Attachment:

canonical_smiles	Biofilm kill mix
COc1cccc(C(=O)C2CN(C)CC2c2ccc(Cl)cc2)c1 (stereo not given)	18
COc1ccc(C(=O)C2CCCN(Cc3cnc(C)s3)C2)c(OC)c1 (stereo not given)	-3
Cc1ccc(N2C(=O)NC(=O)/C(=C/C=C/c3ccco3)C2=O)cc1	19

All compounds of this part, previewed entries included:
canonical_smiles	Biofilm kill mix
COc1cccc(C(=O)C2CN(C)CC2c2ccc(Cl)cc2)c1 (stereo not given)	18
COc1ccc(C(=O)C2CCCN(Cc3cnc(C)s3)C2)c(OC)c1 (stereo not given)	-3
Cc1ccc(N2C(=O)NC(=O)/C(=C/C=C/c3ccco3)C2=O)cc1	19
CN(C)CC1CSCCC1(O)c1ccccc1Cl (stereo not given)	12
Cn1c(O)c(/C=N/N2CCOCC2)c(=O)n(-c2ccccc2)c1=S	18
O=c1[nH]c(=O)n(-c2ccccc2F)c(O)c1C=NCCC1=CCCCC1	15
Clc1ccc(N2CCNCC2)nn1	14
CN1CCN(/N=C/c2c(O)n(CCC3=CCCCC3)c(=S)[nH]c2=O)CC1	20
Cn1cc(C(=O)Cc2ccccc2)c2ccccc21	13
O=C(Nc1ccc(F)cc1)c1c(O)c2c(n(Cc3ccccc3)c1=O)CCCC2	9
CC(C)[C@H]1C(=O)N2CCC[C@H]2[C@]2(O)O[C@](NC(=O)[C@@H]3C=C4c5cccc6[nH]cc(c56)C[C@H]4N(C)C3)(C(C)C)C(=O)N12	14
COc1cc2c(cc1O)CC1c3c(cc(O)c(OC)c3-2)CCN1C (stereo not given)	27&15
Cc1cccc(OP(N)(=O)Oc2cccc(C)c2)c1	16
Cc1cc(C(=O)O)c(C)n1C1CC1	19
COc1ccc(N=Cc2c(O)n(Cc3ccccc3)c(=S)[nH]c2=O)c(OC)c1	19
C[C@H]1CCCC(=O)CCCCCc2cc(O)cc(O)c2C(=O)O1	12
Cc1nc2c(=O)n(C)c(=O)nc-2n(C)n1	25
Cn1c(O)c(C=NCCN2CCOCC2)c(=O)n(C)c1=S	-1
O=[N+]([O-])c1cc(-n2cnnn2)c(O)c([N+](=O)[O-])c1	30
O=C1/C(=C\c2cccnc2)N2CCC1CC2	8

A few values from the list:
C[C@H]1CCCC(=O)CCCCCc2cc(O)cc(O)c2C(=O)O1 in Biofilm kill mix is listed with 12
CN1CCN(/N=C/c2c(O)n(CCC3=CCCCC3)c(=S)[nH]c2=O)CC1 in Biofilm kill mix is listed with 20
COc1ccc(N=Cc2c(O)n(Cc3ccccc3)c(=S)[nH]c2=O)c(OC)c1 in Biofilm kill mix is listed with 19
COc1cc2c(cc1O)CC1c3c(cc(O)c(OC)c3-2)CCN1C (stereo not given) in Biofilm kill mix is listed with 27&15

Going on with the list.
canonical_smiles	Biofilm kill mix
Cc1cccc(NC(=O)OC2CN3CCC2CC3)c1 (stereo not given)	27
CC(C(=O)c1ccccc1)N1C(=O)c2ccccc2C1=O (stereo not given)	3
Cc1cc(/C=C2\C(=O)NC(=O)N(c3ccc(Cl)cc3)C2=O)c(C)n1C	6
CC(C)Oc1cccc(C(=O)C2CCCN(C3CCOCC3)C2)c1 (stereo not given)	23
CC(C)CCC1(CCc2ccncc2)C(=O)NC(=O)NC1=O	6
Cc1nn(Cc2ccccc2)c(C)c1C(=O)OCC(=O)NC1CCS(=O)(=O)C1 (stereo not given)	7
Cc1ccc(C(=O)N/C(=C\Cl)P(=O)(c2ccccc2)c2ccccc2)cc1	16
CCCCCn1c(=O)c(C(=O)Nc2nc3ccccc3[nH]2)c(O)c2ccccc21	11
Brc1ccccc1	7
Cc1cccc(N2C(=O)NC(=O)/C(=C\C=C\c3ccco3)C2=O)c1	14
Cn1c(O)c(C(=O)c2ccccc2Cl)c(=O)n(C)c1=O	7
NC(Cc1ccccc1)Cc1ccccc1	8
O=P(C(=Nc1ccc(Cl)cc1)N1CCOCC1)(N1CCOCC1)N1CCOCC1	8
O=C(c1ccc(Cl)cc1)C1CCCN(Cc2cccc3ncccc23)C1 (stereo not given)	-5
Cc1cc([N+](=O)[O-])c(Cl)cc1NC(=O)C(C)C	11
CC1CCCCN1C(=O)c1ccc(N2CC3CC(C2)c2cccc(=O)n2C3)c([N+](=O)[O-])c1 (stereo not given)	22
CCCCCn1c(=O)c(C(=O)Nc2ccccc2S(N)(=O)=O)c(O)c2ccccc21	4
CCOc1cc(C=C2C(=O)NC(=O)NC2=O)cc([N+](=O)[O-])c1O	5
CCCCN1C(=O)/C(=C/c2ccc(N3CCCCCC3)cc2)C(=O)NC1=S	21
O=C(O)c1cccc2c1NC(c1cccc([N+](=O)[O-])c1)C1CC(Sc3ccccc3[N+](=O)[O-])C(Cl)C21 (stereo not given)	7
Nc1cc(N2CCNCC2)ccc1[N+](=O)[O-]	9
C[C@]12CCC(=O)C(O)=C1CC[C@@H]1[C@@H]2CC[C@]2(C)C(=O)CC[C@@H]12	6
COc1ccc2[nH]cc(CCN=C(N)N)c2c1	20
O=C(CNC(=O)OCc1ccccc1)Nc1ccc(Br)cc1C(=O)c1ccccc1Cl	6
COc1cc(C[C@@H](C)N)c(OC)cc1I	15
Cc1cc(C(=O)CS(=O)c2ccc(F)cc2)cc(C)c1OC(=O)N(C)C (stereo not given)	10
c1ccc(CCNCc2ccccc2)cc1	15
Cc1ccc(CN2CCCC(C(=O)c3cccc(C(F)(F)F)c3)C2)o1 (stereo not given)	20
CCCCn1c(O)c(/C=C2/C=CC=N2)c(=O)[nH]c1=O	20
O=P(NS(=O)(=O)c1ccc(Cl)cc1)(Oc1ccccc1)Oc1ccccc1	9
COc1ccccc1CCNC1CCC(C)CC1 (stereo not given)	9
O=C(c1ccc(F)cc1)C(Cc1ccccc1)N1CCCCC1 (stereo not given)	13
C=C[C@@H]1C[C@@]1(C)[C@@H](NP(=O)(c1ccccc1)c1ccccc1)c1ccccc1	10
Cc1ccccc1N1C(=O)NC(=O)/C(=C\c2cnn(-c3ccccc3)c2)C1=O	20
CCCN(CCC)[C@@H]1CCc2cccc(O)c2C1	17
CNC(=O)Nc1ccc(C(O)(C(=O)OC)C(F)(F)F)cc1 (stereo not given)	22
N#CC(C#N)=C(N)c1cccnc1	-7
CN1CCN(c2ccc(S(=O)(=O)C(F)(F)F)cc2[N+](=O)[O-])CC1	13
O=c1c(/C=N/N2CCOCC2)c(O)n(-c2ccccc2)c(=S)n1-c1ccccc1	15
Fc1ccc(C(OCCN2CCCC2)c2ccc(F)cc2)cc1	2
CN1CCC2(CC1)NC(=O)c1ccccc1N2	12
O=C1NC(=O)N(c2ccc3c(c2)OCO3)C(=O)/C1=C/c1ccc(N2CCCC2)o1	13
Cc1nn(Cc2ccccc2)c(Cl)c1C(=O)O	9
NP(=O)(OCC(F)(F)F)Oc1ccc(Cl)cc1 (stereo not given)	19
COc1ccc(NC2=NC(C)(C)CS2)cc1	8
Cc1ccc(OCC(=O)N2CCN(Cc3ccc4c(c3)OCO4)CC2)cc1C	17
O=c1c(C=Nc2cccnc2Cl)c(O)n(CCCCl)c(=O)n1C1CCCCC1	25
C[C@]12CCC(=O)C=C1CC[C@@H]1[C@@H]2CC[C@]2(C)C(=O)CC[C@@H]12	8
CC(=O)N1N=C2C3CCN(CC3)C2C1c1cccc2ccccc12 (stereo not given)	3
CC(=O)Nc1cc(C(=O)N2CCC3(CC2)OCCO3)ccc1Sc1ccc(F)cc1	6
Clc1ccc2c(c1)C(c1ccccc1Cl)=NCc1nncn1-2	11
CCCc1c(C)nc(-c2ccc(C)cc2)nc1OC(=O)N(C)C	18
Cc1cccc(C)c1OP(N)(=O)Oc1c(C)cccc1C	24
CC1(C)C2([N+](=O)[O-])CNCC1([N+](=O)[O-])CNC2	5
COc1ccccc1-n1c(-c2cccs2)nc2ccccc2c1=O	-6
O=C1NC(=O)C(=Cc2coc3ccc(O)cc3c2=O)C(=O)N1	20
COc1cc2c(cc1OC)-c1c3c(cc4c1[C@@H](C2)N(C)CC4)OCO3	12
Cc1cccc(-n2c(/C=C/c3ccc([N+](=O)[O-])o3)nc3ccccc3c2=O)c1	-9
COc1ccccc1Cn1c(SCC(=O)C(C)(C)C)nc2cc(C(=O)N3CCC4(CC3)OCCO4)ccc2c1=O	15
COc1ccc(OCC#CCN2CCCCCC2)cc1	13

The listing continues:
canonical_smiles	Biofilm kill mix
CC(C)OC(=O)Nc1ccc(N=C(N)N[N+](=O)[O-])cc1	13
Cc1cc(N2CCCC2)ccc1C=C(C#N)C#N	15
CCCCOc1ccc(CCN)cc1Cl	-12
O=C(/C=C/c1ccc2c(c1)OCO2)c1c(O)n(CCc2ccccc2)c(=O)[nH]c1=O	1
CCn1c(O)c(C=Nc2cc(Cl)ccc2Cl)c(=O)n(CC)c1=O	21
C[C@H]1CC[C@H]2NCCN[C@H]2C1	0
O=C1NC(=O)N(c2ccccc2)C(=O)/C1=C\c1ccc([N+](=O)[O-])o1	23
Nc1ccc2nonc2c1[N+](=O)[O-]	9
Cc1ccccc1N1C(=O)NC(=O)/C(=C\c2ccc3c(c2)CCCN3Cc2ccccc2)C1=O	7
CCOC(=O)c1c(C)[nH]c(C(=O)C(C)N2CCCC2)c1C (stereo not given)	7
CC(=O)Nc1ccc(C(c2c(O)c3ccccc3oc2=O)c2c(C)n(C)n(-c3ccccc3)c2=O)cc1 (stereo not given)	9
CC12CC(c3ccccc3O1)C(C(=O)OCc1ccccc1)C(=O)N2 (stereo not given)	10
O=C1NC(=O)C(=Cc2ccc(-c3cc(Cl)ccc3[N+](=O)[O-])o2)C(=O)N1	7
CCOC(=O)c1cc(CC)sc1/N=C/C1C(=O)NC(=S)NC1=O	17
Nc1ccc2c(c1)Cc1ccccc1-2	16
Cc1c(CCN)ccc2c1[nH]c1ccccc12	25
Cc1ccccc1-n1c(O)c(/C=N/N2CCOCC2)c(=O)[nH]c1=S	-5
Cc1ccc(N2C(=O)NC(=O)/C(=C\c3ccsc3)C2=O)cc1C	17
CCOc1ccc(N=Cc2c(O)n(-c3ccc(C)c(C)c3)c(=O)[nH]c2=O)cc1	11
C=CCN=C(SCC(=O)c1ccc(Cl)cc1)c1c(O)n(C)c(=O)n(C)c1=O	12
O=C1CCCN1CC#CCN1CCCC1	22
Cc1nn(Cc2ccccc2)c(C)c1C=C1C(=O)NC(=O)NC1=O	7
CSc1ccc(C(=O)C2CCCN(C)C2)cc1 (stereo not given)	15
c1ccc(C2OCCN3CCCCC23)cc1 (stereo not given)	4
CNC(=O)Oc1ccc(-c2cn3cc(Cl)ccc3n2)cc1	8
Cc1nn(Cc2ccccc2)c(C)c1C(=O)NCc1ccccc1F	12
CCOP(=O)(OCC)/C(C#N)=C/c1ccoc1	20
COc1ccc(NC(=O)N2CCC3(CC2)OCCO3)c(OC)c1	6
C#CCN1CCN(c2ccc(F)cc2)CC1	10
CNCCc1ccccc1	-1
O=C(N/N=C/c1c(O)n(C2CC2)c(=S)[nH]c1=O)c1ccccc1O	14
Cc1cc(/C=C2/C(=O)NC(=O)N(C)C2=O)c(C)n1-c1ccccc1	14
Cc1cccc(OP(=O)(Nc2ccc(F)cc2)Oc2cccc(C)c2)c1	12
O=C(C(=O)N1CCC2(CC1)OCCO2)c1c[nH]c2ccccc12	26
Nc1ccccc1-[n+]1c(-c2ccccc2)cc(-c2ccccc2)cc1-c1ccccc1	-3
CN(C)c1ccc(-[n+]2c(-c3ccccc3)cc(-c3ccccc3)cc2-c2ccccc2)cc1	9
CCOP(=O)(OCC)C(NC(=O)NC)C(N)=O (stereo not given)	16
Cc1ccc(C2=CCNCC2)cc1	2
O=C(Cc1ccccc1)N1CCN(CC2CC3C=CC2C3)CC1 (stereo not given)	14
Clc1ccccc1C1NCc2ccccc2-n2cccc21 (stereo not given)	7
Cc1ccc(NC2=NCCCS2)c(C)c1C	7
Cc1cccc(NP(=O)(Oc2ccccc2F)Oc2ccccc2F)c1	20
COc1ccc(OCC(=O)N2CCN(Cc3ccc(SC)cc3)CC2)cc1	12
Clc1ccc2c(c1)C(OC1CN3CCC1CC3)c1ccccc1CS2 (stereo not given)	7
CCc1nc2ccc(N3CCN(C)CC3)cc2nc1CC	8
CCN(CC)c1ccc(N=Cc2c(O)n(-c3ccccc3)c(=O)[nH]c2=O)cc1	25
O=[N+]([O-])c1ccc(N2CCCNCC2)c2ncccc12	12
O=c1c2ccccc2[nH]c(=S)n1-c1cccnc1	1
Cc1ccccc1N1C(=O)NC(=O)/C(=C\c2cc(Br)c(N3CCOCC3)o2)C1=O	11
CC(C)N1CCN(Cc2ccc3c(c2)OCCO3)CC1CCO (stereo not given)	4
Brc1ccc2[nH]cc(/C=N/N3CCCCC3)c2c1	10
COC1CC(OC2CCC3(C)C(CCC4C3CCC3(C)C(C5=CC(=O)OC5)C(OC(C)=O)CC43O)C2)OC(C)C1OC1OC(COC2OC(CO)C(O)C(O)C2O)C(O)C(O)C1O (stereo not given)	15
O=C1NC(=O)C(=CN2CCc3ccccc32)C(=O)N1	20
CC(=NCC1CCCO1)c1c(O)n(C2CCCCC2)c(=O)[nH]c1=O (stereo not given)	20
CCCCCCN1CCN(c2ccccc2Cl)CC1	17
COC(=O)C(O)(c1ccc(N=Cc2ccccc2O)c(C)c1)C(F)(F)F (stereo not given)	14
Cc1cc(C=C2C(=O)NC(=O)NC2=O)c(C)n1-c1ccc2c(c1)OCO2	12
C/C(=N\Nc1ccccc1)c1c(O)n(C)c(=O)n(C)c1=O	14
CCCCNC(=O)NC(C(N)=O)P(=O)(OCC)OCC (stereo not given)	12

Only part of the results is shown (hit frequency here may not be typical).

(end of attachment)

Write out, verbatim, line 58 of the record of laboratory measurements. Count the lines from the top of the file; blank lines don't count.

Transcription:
COc1cc(C[C@@H](C)N)c(OC)cc1I	15